Flynn allegations raise stakes for Erdoğan
A foreign power offering money to a Trump adviser to abduct a Muslim cleric from his Pennsylvania home to an island jail off Turkey's coast...
An Iranian gold trader laundering cash through the U.S. banking system to evade sanctions on Iran, with the alleged complicity of a NATO ally’s economy minister and top officials of a state-run bank.
The stuff of movies.
But these are the allegations being levelled at officials in Turkey, a decades-long friend of the United States.
U.S. Special Counsel Robert Mueller has begun an investigation into the role of Mike Flynn, a former White House national security advisor to President Donald Trump, in a plan with Turkish officials to forcibly remove the cleric, Fethullah Gülen, from his Pennsylvania mansion, U.S. media reported last week. The Turks also asked Flynn to help quash the money-laundering case in return for more than $15 million, according to NBC.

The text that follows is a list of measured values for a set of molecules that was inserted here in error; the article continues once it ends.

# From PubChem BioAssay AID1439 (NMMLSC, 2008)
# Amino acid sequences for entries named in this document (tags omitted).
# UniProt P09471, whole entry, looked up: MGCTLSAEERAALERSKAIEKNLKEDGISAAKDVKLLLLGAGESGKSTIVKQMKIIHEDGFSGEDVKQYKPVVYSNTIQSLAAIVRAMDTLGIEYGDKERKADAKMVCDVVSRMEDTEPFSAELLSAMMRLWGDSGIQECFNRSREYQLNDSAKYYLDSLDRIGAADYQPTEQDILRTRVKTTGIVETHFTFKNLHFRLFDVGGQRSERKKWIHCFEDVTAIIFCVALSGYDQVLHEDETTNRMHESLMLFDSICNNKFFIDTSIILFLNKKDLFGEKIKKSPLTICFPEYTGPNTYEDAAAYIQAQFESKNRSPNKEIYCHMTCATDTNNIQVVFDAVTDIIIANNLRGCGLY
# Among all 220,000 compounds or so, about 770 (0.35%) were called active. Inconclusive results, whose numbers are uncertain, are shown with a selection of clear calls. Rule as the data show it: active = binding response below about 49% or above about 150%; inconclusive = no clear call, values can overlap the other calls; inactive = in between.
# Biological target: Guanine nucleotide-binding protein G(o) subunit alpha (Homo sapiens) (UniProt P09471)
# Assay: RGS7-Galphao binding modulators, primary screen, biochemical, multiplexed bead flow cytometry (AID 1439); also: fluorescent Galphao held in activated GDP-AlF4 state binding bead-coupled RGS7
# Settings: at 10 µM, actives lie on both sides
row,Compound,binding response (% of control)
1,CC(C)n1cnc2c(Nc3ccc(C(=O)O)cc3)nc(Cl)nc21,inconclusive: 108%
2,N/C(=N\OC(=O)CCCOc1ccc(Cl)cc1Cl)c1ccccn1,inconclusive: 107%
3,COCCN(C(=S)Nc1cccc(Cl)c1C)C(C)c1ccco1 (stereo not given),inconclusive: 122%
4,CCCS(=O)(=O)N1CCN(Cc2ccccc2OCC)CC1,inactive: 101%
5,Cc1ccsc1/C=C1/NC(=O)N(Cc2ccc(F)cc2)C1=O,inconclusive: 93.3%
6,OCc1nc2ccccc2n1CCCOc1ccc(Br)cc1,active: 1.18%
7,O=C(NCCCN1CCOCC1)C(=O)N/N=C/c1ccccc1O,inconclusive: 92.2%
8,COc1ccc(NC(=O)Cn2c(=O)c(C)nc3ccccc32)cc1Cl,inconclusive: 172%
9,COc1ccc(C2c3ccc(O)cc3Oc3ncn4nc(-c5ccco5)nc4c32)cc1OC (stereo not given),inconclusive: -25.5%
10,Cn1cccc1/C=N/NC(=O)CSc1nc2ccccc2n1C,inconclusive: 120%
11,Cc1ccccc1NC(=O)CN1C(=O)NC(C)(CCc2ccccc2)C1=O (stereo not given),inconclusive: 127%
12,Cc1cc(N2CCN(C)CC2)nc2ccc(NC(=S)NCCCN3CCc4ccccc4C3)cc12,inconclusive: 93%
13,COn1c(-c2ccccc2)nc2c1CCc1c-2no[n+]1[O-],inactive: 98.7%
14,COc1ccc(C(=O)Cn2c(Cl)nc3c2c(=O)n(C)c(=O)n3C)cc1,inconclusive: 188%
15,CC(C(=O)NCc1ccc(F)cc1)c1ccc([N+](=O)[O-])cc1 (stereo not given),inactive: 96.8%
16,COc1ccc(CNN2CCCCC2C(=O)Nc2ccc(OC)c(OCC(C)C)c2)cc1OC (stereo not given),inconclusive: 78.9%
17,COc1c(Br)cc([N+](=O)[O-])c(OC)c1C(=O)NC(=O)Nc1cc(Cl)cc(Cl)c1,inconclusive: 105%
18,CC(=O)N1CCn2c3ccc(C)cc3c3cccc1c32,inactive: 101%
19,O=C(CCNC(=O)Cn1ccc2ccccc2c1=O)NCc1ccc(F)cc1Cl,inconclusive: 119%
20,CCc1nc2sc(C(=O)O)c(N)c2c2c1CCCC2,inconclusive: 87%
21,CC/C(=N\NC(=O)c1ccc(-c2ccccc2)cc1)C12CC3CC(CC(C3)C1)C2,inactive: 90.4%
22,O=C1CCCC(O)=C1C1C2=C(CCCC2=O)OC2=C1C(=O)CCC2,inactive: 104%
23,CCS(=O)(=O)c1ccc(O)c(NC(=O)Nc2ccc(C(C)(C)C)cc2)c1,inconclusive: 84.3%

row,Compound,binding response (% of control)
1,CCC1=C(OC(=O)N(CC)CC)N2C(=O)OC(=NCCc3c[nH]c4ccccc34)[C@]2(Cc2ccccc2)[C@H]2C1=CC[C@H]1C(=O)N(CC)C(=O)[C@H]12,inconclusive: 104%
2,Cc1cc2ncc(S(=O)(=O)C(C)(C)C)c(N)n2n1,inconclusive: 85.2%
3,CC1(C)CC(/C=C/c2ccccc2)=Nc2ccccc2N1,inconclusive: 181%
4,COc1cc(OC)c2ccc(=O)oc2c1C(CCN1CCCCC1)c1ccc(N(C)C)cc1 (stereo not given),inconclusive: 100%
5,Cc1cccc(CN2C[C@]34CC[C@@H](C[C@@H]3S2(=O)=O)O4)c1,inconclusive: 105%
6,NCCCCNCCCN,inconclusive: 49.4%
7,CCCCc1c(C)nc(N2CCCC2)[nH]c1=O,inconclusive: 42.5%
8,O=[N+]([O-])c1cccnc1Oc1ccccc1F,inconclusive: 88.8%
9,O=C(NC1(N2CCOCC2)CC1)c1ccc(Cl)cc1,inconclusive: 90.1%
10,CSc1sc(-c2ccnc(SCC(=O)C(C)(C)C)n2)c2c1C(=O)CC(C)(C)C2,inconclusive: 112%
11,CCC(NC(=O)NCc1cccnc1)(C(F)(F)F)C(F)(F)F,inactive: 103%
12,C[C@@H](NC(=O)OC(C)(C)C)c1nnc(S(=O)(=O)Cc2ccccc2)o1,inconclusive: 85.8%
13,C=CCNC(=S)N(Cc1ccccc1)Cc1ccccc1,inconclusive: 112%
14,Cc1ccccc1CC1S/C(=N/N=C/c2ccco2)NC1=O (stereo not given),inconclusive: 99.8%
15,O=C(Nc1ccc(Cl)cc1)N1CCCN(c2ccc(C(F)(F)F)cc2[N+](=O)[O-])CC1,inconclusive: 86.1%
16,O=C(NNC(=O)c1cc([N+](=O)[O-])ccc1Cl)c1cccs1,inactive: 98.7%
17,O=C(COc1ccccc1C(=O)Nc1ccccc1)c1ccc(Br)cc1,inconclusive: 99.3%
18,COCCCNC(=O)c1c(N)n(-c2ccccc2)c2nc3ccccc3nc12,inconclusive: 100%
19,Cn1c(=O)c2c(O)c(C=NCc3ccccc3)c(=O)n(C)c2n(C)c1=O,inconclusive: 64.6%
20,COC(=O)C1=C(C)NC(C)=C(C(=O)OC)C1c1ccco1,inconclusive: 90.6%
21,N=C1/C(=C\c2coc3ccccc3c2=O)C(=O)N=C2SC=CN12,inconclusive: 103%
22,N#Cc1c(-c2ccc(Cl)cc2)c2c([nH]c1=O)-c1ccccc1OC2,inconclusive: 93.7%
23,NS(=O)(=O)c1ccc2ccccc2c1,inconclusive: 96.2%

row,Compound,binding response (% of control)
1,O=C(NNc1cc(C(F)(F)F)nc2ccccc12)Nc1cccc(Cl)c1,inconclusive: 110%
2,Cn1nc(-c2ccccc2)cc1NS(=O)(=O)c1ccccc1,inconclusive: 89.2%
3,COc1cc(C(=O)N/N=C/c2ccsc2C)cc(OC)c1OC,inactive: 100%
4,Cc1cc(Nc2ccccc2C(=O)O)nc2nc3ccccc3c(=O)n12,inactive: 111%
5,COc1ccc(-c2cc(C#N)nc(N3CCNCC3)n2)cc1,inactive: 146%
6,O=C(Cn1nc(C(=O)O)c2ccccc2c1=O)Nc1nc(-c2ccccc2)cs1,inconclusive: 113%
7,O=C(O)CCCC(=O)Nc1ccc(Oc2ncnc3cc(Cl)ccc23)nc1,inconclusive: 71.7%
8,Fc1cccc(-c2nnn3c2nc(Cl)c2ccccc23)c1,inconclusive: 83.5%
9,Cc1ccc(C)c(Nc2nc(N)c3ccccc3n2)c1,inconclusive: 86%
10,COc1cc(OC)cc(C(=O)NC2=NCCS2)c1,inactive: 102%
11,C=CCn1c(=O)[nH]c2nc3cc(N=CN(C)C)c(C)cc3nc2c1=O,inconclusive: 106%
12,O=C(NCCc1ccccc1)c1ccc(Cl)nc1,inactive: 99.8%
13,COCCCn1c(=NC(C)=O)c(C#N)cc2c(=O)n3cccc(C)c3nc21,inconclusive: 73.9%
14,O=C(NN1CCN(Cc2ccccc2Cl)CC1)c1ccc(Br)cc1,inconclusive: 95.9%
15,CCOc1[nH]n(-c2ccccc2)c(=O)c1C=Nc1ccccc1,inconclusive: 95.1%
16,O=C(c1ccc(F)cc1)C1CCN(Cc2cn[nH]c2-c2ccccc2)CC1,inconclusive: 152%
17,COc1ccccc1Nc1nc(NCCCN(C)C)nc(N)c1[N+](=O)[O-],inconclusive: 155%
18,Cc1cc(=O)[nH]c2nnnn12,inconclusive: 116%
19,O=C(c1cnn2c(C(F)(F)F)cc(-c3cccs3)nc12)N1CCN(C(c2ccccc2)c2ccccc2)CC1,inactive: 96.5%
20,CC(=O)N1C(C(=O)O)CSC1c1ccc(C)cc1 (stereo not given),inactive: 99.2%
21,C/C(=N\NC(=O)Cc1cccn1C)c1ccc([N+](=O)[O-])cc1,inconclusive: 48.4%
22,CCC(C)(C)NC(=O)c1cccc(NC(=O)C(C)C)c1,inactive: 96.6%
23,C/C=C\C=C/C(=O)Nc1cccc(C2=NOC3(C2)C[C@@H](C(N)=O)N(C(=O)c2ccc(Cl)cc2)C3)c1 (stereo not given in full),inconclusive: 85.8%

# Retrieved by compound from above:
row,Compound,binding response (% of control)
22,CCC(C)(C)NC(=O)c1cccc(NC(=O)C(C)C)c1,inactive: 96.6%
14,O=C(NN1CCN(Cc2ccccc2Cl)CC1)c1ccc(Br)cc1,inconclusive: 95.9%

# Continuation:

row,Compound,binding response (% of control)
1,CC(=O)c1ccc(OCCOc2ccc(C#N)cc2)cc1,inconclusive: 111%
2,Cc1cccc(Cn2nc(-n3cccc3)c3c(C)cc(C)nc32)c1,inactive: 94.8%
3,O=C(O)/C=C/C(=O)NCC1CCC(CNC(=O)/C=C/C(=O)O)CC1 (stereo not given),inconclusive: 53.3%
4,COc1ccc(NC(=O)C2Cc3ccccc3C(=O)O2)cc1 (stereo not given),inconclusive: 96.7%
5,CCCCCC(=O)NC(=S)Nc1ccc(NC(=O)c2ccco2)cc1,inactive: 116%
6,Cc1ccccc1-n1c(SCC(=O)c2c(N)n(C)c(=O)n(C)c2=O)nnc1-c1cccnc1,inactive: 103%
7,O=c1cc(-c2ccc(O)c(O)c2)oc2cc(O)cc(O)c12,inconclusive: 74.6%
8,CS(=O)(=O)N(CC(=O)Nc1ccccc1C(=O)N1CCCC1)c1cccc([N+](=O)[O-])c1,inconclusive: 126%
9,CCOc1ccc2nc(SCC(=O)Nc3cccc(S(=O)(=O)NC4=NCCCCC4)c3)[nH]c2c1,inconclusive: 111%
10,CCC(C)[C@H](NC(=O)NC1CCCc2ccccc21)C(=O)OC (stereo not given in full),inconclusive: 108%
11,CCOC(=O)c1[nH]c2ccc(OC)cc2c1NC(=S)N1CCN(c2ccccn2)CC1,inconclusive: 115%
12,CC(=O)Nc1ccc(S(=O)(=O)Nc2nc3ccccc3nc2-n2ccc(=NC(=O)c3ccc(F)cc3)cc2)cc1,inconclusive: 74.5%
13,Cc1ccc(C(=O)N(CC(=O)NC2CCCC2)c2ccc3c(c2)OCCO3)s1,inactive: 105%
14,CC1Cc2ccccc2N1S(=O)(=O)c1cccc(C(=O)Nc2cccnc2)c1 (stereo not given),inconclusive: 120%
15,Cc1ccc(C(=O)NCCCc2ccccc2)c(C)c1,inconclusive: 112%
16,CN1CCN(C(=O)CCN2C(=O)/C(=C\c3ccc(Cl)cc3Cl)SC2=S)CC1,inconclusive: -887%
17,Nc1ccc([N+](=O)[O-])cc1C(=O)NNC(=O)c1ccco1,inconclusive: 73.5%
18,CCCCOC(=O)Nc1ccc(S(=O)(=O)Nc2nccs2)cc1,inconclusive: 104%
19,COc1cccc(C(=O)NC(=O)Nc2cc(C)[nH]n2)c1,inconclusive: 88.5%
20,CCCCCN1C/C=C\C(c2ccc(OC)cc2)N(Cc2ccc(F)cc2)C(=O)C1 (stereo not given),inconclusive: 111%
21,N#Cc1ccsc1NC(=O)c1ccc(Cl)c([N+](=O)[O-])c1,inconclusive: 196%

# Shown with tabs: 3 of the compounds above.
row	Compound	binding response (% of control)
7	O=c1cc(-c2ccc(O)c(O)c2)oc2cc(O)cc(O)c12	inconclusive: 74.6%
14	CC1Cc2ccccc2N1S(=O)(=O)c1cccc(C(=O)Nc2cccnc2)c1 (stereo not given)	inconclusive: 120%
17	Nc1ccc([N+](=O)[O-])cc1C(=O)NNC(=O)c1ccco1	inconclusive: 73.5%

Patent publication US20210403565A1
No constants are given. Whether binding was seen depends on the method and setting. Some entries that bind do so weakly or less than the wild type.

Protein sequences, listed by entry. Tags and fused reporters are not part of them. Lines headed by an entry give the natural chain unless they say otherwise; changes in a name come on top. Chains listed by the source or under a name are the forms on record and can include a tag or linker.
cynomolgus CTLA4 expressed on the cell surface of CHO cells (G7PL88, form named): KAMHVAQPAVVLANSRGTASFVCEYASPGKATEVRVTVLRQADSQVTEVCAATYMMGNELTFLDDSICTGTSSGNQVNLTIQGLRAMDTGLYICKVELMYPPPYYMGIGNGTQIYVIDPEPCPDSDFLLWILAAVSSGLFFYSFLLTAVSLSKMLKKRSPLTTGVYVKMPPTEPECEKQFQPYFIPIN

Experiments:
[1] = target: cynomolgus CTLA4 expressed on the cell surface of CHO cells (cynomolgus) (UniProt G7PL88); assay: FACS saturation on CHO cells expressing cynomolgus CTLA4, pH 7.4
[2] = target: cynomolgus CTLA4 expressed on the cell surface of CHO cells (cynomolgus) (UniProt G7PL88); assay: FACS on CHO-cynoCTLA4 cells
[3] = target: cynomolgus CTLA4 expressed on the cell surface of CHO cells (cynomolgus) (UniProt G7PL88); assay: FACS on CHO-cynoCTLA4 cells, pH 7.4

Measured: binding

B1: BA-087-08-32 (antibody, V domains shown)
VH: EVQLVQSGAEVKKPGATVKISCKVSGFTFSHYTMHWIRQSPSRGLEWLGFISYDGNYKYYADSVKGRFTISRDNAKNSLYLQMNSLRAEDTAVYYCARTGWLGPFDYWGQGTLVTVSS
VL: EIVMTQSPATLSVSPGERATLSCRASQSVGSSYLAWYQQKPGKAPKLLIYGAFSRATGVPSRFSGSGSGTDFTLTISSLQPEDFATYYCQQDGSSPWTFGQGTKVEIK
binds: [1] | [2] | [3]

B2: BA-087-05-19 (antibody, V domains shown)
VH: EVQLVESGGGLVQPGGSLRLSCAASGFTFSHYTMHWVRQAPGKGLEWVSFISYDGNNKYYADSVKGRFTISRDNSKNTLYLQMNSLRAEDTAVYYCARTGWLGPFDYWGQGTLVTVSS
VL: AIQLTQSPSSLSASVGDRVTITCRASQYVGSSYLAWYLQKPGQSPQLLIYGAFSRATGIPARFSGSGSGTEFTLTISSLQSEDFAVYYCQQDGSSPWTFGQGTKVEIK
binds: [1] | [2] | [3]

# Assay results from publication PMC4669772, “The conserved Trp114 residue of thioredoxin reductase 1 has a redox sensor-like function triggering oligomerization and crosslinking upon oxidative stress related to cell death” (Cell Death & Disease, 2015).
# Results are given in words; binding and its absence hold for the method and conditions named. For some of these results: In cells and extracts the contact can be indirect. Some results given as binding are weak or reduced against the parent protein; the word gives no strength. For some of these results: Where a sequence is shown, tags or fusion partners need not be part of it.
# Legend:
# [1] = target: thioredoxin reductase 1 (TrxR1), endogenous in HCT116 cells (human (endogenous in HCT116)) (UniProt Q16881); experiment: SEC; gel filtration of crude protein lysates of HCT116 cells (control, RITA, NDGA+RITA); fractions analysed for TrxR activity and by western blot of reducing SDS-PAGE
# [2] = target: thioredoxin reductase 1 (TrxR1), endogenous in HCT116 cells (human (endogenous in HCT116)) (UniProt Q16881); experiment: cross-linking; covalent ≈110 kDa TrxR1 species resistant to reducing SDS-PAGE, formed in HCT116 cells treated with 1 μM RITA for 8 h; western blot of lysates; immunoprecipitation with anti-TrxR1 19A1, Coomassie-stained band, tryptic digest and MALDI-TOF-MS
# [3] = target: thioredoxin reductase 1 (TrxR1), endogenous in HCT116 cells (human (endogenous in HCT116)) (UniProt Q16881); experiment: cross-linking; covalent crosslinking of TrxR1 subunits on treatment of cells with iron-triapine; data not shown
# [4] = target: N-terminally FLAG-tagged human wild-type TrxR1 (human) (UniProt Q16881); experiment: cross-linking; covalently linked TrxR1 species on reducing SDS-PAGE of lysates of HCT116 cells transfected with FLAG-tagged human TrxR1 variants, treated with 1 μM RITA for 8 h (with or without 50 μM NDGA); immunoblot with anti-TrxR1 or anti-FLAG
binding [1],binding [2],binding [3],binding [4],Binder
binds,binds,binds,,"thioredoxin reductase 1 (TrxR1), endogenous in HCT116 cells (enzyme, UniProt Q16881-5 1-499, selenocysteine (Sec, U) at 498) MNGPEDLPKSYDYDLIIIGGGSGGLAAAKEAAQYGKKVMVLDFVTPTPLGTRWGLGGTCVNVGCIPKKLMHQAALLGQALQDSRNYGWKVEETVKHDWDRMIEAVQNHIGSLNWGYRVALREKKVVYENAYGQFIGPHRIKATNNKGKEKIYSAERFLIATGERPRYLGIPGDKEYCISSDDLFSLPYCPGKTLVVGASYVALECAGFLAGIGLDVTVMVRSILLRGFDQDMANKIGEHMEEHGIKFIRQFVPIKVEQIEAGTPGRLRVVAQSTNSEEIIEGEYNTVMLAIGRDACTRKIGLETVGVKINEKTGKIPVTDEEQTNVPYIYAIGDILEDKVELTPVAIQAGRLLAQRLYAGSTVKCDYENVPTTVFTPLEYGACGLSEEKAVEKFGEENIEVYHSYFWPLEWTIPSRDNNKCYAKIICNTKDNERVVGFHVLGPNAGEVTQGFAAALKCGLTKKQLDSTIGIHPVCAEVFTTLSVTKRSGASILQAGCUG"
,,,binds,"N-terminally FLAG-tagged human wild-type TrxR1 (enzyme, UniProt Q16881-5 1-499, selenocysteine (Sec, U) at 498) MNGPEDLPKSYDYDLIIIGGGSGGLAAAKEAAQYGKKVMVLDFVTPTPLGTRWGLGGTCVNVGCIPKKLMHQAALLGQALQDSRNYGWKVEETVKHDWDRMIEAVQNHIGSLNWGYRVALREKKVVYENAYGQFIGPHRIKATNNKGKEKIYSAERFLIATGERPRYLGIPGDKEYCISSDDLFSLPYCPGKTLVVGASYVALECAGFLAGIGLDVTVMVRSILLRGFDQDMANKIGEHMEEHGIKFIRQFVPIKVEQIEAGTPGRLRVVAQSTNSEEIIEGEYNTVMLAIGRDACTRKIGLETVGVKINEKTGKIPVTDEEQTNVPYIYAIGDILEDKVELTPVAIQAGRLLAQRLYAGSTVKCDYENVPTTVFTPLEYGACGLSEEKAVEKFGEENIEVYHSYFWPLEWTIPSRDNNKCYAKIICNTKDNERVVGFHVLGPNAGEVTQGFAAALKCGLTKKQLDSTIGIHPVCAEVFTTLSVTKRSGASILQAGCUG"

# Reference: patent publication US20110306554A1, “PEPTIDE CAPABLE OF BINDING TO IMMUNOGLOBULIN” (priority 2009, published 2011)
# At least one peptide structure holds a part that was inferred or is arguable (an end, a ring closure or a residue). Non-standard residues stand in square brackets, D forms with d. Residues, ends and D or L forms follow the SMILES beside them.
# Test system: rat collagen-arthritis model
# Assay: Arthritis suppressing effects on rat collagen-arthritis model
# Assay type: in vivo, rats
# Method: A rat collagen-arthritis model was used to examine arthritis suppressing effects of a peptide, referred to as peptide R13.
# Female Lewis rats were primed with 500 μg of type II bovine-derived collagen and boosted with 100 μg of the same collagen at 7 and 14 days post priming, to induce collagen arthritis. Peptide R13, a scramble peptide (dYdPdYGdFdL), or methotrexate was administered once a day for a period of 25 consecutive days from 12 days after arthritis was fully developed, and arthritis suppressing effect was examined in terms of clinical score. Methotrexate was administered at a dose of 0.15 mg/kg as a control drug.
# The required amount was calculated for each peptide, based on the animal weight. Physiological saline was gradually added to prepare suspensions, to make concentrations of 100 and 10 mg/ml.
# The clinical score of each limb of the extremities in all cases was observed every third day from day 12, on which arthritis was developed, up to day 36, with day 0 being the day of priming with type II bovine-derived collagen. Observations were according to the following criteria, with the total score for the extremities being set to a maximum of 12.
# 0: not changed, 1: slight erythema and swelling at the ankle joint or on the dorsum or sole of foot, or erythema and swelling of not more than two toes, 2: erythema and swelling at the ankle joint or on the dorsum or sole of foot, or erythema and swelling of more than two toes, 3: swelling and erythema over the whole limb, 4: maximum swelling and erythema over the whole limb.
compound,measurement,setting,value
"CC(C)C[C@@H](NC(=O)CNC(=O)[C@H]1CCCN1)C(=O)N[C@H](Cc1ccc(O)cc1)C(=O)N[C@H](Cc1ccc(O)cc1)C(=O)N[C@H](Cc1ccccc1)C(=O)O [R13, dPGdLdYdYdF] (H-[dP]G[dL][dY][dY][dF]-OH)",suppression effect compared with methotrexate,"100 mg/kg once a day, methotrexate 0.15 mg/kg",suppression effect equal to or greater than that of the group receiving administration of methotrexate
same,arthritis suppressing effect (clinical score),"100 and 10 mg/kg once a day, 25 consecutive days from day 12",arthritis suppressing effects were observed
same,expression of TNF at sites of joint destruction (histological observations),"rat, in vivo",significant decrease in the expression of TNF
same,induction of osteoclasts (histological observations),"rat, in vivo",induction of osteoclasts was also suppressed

And on Thursday, Reza Zarrab a chief suspect for circumventing the sanctions on Iran, failed to turn up in court for a hearing, a sign that he has now turned state witness and could help implicate Flynn and more Turkish officials.
Iranian-Turkish businessman Zarrab and Hakan Atilla, a deputy chief executive of Turkey’s Halkbank, are due to stand trial in a New York courtroom Nov. 27 on charges of bank fraud, defrauding the United States and obstructing sanctions. Atilla’s ex-boss and former minister Zafer Çağlayan are also listed in the indictment.